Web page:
Wise’s arrival at Illinois ended the campus’s own time of interim leadership, under veteran professor and administrator Bob Easter, phd ’76 aces. Challenges included the aftermath of a state-appointed panel’s investigation of admissions practices, and a consonant shift in the University’s topmost leadership, as well as ongoing state budget disappointments. Amid epic administrative and budget restructuring, the quest to fill the chancellorship took eight months and attracted candidates drawn “from a very distinguished group” in the view of search committee chairman Doug Beck, a UI physics professor. “It is important to realize how strong the support is for our campus in the broader higher education community,” he says.
Even among such a rarefied coterie, Wise evinced “tremendous experience,” according to Beck. “She has shown leadership in all her activities.” Her appointment, made by President Michael J. Hogan and the UI Board of Trustees based on recommendations from the search committee, was announced on Aug. 3. In his statement, Hogan – himself president of the U of I system for less than a year at the time – described Wise as “the full package.”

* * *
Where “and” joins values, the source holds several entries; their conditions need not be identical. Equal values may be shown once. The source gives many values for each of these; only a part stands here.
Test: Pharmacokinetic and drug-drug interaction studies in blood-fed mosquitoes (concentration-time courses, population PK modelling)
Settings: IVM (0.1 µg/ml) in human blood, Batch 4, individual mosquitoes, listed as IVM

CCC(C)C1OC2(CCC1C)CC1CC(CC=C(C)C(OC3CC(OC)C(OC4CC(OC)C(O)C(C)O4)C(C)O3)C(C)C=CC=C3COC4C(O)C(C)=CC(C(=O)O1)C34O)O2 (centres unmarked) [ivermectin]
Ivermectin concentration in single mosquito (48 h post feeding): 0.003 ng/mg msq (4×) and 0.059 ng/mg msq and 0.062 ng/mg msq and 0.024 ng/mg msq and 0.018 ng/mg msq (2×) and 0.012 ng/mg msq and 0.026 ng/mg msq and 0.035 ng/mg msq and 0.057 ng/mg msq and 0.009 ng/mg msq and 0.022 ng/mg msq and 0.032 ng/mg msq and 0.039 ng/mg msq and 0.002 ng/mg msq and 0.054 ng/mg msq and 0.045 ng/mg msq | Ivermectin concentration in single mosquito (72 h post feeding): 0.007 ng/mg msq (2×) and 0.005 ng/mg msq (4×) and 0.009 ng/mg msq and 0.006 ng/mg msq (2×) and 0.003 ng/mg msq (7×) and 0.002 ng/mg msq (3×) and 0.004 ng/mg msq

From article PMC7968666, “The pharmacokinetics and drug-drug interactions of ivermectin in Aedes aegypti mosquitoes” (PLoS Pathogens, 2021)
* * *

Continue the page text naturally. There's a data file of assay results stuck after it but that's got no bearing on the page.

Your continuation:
“She is a proven scholar, with a deep commitment to public higher education, and has an exceptional reputation as a leader at some of the nation’s top universities,” Hogan said.
Chris Kennedy, chairman of the BOT, observed “that a strong presidency results in strong chancellors, that strong chancellors result in strong deans, that strong deans result in stronger professors, and together they combine to attract stronger students in all respects.
“We now have an exceptionally strong chancellor in Urbana continuing that tradition,” Kennedy concluded in the announcement.